The modern prescription of high-carbohydrate, low-fat diets and eating snacks between meals has coincided with an increase in obesity, diabetes, and an increase in the incidence of many mental health disorders, including depression, anxiety, and eating disorders.
In addition, many of these disorders are striking the population at younger ages. While most people would agree that diet has a lot to do with the development of obesity and diabetes, many would disagree that what we eat has much to do with our mental health and outlook.
I believe that what we eat has a lot to do with the health of our brains, though of course, mental illness (like physical illness) has multifactorial causes, and by no means should we diminish the importance of addressing all the causes in each individual. But let's examine the opposite of the modern high-carbohydrate, low-fat, constant-snacking lifestyle and how that might affect the brain.
The opposite of a low-fat, snacking lifestyle would be the lifestyle our ancestors lived for tens of thousands of generations; the lifestyle for which our brains are primarily evolved. It seems reasonable that we would have had extended periods without food, either because there was none available, or we were busy doing something else.
Then we would follow that period with a filling meal of gathered plant and animal products, preferentially selecting the fat. During the day we might have eaten a piece of fruit, or greens, or a grub we dug up, but anything filling or high in calories (such as a starchy tuber) would have to be killed, butchered, and/or carefully prepared before eating. Fortunately, we have a terrific system of fuel for periods of fasting or low carbohydrate eating, our body (and brain) can readily shift from burning glucose to burning what are called ketone bodies.
It is true that some parts of some brain cells can only burn glucose, but fortunately our bodies can turn protein into glucose through a process known as gluconeogenesis. This fact means that while there are essential requirements for both fat or protein (meaning we would die without eating at least some fat and at least some protein), we can live quite happily while consuming no carbohydrate at all. That's not saying there aren't some disadvantages or side effects to a so-called "zero-carb" diet, but it won't cause the massive health problems and death that consuming zero fat or zero protein would.
All of us who are metabolically healthy will shift into some amount of ketosis, typically overnight while we are sleeping. If your breath is a little funky when you wake up, and your urine smells a bit strong, you may well be in ketosis, which, unless you are a poorly controlled diabetic (a different kind of pathologic ketosis occurs in uncontrolled diabetes), being in ketosis in the morning is a good sign of a healthy metabolism.
What does ketosis mean to the brain, and why would it be more healthy, perhaps, than our regular old carbohydrate burning metabolism? And does the high carbohydrate, low-fat diet of constant snacking have a cost to our brains by robbing us of more regular and deeper bouts of ketosis?
Ketogenic diets, which are very high in fat and low in carbohydrate and protein, have been prescribed for seizures for a long time. The actual research diets used in the past were pretty dismal and seemed to involve drinking a lot of cream and eating a lot of mayonnaise (premade ketogenic formulas are nightmarish combination of omega 6 seed oils and corn solids).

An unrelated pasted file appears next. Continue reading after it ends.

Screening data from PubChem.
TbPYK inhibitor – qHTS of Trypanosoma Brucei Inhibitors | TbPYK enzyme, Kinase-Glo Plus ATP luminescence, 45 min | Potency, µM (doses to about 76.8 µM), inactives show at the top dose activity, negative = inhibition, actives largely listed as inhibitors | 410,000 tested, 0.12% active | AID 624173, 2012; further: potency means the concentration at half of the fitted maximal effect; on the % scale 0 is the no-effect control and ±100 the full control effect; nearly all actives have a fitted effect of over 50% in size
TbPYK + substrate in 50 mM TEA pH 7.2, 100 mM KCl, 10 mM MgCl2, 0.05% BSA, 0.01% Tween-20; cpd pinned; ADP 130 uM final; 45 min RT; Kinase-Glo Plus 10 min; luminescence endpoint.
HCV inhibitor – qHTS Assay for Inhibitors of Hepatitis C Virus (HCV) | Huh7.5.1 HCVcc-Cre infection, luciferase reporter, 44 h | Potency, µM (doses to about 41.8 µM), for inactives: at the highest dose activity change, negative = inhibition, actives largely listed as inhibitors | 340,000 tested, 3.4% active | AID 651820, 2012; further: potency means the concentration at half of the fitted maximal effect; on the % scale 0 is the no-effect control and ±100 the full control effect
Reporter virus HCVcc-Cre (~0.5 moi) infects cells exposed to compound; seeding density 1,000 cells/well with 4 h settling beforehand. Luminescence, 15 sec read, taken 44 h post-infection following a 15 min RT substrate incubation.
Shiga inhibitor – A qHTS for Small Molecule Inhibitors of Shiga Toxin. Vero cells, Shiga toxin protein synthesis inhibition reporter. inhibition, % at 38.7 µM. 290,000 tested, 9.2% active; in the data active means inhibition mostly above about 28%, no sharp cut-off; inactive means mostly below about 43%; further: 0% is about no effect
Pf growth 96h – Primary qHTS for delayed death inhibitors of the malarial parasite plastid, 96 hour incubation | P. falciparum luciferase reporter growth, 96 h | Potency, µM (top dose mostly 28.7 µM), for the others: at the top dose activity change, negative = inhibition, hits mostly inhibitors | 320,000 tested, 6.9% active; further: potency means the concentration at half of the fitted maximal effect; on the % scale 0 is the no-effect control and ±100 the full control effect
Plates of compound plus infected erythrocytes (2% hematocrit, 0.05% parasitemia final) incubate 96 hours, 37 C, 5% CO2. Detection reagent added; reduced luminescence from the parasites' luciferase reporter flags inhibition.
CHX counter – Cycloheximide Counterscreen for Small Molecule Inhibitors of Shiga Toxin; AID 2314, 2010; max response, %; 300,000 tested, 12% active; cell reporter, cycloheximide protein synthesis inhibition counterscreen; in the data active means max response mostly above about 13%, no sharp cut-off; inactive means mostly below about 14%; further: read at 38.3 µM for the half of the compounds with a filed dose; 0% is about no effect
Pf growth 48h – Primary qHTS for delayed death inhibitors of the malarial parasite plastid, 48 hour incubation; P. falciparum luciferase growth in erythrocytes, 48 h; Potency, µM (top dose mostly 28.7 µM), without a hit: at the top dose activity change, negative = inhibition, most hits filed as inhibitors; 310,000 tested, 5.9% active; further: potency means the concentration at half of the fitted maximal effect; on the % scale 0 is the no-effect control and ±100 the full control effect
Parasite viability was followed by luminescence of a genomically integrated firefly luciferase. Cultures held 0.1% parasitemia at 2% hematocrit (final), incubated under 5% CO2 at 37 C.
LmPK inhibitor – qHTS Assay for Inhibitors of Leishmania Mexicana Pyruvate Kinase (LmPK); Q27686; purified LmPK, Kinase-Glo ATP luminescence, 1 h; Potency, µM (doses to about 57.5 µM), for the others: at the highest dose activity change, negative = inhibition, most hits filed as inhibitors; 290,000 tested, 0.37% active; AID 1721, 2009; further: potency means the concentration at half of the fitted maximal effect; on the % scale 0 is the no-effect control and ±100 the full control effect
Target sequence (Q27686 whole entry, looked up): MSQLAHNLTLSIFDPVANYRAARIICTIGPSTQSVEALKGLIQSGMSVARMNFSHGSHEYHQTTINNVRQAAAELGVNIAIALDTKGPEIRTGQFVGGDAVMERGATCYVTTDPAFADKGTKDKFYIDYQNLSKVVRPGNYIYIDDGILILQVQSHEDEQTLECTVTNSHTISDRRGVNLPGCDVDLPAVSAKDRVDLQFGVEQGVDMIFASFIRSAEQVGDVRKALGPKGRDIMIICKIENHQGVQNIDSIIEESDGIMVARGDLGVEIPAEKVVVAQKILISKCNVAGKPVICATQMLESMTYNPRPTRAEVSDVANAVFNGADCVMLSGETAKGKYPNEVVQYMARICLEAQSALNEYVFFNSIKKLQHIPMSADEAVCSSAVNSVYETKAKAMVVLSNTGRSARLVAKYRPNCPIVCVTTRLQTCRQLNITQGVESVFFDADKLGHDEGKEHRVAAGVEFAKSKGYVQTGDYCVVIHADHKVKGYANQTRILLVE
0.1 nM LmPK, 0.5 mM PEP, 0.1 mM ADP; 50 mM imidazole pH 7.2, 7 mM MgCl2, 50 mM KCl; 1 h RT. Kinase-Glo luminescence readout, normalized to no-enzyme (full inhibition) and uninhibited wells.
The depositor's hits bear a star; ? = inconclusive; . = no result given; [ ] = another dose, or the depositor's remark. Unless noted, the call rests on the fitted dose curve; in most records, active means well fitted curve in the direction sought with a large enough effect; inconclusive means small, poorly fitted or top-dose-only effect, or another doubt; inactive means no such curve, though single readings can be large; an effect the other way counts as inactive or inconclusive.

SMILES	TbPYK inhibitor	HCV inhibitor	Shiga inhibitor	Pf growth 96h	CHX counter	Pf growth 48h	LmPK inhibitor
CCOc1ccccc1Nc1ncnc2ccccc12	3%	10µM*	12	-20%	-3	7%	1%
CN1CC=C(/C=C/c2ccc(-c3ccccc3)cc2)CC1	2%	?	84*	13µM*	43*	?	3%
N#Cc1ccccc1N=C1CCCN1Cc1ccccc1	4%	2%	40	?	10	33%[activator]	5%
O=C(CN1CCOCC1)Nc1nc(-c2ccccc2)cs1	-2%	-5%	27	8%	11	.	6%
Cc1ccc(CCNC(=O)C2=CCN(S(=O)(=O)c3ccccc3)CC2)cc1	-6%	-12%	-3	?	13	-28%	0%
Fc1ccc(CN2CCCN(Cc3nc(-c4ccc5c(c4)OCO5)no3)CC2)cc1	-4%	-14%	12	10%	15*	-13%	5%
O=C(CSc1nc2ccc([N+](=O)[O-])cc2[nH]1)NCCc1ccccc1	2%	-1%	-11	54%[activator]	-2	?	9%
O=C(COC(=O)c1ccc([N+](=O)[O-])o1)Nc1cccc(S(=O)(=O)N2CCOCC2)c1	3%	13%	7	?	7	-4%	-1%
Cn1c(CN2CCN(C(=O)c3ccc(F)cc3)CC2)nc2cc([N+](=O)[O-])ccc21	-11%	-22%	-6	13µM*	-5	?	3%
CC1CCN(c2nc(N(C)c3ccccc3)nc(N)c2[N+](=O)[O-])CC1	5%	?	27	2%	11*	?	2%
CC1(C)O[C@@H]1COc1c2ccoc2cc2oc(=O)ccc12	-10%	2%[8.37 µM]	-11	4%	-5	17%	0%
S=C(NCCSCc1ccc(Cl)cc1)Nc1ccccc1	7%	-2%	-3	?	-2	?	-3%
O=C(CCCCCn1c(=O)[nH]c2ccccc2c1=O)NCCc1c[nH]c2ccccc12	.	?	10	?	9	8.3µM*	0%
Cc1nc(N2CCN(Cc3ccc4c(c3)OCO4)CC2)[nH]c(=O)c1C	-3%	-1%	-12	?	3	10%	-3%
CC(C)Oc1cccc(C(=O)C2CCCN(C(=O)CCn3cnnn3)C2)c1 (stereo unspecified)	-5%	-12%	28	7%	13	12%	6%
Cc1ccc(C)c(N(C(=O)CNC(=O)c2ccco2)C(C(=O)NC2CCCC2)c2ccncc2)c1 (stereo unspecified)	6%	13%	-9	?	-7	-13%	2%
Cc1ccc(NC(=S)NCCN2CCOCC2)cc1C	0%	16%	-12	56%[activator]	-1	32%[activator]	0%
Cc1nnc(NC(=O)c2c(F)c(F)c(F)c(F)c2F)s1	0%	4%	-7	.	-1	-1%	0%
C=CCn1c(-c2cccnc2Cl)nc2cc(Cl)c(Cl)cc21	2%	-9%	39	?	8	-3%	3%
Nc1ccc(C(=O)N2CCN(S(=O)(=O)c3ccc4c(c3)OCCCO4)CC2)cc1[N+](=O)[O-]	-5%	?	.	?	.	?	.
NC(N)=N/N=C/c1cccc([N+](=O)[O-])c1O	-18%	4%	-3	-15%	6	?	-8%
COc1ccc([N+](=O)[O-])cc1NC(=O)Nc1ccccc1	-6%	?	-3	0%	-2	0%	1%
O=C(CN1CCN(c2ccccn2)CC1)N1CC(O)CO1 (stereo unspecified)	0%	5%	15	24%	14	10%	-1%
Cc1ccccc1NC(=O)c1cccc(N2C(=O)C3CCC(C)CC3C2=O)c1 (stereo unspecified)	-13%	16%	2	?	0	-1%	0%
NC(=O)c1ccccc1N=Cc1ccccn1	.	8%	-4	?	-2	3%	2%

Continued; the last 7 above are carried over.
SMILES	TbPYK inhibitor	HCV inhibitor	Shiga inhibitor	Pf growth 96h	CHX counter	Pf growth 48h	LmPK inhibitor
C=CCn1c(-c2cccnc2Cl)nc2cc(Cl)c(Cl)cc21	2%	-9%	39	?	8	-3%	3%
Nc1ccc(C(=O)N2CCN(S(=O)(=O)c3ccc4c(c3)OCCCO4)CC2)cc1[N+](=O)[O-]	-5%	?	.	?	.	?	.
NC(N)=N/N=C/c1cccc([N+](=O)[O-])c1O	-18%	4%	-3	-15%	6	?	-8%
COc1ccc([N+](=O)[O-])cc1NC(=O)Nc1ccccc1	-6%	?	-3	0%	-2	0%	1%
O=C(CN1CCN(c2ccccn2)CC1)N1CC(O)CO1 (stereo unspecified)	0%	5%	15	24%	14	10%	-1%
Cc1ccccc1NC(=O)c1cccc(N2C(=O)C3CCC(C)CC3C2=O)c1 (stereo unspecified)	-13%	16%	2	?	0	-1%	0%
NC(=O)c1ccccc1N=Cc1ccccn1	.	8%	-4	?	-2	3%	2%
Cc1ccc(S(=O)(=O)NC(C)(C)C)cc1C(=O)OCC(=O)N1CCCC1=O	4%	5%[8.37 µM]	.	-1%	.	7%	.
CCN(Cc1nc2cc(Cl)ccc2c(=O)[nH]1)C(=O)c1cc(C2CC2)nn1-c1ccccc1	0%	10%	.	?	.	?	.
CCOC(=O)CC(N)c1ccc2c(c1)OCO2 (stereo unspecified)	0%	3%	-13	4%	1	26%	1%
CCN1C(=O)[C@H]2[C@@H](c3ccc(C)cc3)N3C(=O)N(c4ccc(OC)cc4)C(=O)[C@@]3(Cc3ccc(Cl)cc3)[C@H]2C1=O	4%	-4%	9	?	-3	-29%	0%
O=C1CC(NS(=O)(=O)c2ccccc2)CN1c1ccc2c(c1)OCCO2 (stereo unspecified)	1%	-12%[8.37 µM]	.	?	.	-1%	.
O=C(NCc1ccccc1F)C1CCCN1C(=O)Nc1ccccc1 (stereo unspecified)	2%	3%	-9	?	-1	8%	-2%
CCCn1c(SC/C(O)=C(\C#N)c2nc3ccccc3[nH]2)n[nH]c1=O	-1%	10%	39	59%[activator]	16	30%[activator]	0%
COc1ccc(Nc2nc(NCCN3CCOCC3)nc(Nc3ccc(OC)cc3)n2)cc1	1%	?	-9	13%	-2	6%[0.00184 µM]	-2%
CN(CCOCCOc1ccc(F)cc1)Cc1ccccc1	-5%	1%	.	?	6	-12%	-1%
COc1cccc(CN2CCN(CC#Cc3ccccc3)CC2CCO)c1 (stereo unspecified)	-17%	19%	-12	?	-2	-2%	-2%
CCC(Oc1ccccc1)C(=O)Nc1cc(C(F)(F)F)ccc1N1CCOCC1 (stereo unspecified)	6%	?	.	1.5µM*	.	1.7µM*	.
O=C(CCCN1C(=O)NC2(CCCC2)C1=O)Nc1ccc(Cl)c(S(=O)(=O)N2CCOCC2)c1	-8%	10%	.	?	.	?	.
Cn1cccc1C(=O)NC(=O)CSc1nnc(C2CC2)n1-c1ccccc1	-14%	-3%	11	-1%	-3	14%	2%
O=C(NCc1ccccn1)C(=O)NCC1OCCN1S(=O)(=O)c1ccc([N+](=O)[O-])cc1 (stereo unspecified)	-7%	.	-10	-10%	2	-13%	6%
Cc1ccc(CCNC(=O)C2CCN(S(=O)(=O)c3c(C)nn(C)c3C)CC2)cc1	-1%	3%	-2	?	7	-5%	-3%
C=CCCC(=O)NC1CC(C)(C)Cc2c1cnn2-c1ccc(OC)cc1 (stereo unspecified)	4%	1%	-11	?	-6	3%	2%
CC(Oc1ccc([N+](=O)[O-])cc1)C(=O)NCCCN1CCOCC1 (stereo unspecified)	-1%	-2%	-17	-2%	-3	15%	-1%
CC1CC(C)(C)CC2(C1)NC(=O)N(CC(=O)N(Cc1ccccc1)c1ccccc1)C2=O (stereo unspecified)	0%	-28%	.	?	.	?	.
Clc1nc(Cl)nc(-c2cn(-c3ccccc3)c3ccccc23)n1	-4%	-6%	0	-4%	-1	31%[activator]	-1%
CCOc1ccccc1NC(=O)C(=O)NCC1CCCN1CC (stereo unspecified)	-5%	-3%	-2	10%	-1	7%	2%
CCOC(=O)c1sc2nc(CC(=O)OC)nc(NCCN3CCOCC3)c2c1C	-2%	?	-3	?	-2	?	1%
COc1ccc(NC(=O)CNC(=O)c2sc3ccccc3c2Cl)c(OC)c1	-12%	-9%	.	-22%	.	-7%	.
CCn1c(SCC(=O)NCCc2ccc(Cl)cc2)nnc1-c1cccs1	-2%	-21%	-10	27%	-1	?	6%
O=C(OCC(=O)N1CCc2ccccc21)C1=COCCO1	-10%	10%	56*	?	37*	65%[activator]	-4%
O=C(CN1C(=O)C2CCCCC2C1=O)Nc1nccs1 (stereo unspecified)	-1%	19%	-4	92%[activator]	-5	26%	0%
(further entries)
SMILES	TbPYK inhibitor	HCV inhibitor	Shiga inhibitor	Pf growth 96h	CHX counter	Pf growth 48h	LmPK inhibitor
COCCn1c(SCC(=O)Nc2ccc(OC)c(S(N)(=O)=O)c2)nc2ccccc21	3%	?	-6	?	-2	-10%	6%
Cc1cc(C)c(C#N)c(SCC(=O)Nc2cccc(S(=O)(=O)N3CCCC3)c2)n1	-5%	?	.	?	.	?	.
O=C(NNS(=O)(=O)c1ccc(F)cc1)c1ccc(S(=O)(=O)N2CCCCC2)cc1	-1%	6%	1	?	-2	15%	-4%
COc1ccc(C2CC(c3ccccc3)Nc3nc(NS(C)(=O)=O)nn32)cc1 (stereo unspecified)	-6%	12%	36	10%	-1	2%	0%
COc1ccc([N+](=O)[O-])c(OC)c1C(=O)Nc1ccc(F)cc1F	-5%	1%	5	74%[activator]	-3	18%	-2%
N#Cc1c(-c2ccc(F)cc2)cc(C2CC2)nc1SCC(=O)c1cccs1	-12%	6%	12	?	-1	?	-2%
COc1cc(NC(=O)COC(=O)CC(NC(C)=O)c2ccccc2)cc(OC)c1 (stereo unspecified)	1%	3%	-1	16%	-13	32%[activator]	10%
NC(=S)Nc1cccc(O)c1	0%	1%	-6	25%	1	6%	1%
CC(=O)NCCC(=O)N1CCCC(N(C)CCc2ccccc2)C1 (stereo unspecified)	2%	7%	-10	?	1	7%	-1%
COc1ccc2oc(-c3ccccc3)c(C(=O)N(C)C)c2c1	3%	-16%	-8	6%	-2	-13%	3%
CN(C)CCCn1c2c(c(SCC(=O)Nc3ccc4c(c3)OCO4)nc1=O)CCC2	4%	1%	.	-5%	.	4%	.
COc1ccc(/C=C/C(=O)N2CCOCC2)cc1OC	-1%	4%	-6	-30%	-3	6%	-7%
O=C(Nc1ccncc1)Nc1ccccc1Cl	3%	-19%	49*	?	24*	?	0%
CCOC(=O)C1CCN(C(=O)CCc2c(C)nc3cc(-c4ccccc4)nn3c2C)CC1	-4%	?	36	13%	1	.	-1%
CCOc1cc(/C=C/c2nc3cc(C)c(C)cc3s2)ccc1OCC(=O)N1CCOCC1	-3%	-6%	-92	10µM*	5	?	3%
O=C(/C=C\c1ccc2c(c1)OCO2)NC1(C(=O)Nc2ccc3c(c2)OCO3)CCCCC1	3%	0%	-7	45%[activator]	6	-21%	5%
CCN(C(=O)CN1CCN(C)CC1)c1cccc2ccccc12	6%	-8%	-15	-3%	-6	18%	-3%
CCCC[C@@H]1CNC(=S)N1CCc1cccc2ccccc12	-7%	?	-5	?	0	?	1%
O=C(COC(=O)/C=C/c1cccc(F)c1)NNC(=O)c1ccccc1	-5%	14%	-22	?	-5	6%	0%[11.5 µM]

At Johns Hopkins, pediatric patients were admitted to the hospital for a 48-hour fast and then given eggnog (minus the rum and sugar, I'm guessing) until ketosis was achieved (usually took about 4 days). In addition, ketogenic diets were calorie-restricted to just 75 to 90 percent of what would be considered a child's usual calorie intake, and often they were fluid-restricted too (1)! If we're talking soybean oil mayonnaise, you could see how someone could get into trouble with mineral deficiencies and liver problems pretty quickly.
To understand "dismal," some of the latest research showed that a "modified Atkins protocol" was just as good as the classic ketogenic diet, and so much more liberating, as the patients were allowed up to 10 grams of carbohydrates daily, and they didn't begin with the fast, and they weren't calorie-restricted (2)(3). While the classic ketogenic diet was 4:1:1 fat to carbs to protein. If you use medium chain triglyceride (MCT) oil for 50 percent of your calories (have to add it in slowly though to prevent vomiting, diarrhea, and cramping!), you could increase the carbohydrates and proteins to a 1.2:1:1 fat:carb:protein and still get the same numbers of magical ketones circulating. And while "MCT oil" sounds nice and yummy when it is gorgeous coconut milk, this MCT Oil 100 percent Pure 32 fl.oz doesn't look quite as appetizing, especially when that is going to be half of what you eat for the foreseeable future (4). You can see why researchers consider ketogenic diets (especially the original versions) to be extremely difficult and unappetizing (they were), whereas seasoned low-carbers (who have a bit of a different idea what a ketogenic diet is) will find that attitude ridiculous, especially when you compare a ketogenic diet to the side effects of some anti-epileptic medications.
So it looks like modified Atkins (very very low carb, but not zero-carb) and a preponderance of MCT is the same, ketone-wise, for the brain as the classic ketogenic diet. And what does it mean to have a ketogenic brain? Let's examine neurotransmitters and brain energy more closely. Specifically, glutamate and GABA (5).